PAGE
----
100777: Marital Relationships Under Stress: The Case of Childhood Cancer

About the Course:

This study focuses on the factors associated with positive and negative change in the marital relationship among parents of children with cancer. Data were gathered from both parents in 35 couples whose children had been treated for cancer. Measures included perception of the situation and personal, system, and community resources. Change in the marital relationship was primarily associated with mothers’ social support and fathers’ sense of coherence, as well as with duration of the illness. Additionally, change was associated with psychological distress of the fathers, but not of the mothers. Whereas women’s psychological distress is buffered by social support, men achieve their primary support within the marriage and therefore experience less distress when the marital relationship is stronger. COURSE SYLLABUS I. Marriages Under Stress: A Theoretical Framework II. Method III. Results IV. Discussion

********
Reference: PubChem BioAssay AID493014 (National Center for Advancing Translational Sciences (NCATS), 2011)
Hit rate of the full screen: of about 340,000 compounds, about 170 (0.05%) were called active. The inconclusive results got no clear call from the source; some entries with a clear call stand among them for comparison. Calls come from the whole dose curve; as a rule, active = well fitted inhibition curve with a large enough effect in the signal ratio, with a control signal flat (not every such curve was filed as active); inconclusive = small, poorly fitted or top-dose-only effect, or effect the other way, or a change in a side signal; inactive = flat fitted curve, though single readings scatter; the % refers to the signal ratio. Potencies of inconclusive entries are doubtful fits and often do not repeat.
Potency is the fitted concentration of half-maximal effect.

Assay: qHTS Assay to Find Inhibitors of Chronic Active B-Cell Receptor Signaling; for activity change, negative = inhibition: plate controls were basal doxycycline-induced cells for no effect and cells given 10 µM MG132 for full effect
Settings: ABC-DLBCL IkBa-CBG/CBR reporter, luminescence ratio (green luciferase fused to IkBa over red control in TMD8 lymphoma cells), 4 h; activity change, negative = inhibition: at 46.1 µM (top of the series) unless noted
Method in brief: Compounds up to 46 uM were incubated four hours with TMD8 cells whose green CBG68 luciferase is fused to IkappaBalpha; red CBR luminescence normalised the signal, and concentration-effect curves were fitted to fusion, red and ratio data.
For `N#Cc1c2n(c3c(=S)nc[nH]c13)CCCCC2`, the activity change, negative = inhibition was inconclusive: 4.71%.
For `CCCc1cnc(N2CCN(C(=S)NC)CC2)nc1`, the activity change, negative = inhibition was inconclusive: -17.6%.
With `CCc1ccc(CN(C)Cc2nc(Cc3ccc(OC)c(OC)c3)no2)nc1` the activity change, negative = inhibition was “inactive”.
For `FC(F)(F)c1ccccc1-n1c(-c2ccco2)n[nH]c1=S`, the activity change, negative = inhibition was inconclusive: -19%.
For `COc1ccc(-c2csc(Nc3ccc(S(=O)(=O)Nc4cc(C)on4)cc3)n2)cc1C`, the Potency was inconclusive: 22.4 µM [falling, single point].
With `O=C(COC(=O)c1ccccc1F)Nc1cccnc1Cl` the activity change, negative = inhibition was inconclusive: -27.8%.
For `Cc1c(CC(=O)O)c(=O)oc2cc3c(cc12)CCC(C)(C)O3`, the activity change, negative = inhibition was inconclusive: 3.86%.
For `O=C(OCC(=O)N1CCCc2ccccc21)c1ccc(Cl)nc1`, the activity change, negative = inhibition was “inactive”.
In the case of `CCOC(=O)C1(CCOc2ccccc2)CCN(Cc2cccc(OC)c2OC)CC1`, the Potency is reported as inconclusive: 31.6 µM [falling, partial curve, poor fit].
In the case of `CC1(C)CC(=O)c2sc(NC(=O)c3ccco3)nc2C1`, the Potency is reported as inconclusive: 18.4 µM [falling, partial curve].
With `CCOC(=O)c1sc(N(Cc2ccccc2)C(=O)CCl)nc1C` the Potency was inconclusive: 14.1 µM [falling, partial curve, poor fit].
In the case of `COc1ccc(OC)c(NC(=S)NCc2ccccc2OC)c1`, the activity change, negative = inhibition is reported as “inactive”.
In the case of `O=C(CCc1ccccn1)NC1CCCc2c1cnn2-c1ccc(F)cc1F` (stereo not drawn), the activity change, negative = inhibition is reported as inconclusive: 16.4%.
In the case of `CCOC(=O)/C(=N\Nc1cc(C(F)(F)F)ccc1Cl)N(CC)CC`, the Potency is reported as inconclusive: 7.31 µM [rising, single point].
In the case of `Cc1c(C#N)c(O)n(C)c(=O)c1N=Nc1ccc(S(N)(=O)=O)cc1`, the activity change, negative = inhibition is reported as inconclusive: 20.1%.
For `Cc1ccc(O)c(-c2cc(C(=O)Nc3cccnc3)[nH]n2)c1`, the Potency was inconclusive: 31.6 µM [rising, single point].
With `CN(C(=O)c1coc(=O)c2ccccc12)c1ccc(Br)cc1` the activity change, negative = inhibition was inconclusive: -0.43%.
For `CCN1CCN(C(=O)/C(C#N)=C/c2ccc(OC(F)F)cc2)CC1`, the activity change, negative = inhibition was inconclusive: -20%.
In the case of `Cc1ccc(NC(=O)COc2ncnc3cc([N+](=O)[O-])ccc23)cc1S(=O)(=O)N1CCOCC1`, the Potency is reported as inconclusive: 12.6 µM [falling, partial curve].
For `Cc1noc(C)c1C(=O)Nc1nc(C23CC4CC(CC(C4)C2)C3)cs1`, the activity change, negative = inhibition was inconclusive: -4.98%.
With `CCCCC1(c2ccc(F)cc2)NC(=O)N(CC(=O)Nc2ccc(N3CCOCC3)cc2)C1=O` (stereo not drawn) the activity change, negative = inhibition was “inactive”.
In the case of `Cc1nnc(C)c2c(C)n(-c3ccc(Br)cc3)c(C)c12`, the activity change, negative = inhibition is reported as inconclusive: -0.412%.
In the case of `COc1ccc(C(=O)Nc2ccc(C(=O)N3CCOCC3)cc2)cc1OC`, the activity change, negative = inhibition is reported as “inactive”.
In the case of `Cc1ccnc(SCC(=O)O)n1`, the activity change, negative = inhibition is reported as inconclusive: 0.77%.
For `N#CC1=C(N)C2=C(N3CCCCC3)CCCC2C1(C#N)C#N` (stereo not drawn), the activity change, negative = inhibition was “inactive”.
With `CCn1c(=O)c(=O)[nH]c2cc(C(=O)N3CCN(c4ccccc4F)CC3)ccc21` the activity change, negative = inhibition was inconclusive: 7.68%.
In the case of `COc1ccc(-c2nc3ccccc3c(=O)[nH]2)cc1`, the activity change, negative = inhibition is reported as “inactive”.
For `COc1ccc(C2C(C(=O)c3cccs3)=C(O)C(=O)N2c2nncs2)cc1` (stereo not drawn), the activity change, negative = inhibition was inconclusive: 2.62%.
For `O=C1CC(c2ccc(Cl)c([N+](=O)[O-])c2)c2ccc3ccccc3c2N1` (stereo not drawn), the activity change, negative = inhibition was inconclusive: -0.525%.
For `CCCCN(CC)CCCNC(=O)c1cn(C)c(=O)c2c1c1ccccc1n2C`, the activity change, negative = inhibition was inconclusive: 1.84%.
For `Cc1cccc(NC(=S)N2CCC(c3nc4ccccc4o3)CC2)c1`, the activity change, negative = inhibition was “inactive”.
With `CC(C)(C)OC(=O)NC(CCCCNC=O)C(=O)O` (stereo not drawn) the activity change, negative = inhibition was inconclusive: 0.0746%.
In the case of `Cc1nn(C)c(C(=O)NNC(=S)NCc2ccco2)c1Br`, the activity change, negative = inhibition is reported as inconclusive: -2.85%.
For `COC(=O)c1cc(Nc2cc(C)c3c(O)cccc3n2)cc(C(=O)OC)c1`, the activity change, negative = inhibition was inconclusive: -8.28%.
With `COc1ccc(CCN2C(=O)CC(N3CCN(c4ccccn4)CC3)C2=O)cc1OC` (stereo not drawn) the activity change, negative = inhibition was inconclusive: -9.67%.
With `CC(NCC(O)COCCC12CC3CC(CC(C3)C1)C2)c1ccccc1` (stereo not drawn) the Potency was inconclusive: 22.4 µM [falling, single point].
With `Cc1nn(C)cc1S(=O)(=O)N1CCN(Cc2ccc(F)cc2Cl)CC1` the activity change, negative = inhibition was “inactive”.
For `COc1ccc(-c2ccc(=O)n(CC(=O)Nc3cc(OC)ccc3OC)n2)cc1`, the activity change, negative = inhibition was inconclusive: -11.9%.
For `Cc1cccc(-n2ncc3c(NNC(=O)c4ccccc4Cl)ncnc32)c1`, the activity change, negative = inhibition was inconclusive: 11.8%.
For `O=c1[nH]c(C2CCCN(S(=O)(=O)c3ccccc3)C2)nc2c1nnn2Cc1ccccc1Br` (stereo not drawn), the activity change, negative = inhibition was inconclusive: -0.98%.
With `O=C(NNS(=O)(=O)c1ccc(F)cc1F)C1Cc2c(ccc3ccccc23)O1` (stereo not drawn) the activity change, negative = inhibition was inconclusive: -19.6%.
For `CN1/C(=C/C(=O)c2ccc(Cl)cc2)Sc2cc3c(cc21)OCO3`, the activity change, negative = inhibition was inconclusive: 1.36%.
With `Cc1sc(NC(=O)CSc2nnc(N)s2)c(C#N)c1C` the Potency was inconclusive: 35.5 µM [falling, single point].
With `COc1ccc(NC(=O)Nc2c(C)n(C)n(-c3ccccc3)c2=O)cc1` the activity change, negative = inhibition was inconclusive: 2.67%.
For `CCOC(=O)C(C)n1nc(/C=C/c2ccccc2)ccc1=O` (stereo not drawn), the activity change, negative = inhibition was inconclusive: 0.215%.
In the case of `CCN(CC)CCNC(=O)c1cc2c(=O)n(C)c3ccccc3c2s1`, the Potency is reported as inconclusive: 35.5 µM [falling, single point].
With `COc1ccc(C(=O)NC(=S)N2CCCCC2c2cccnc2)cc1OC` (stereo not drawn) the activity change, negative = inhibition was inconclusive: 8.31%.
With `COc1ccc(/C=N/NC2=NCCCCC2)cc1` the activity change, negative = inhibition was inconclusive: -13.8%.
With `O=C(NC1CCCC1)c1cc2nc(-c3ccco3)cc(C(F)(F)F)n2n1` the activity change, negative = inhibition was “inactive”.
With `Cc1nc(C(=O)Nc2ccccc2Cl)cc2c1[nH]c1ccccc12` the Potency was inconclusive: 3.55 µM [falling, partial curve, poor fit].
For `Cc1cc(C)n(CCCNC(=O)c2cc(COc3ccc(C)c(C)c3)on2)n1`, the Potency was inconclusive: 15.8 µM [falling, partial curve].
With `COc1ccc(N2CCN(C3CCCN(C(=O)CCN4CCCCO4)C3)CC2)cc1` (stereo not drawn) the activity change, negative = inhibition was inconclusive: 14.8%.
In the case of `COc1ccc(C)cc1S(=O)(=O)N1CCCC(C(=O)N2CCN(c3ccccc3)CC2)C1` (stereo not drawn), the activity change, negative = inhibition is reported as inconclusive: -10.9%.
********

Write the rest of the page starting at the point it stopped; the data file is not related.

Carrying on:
Publication Date:

2005/ Vol. 86, No. 1

Author

Yoav Lavee, PhD

About the Author:

Associate Professor Director of the Center for Research and Study of the Family University of Haifa School of Social Work

Recommended For:

This course is recommended for social workers, counselors, psychologists, and other human services and behavioral health professionals who seek knowledge about martial stress and childhood illnesses. It is appropriate for participants with intermediate to advanced levels of knowledge about the topic.

Course Objectives:

  1. describe a theroetical framework of marriages under stress.

  2. identify factors associated with positive and negative change in the marital relationship among parents of children with cancer.

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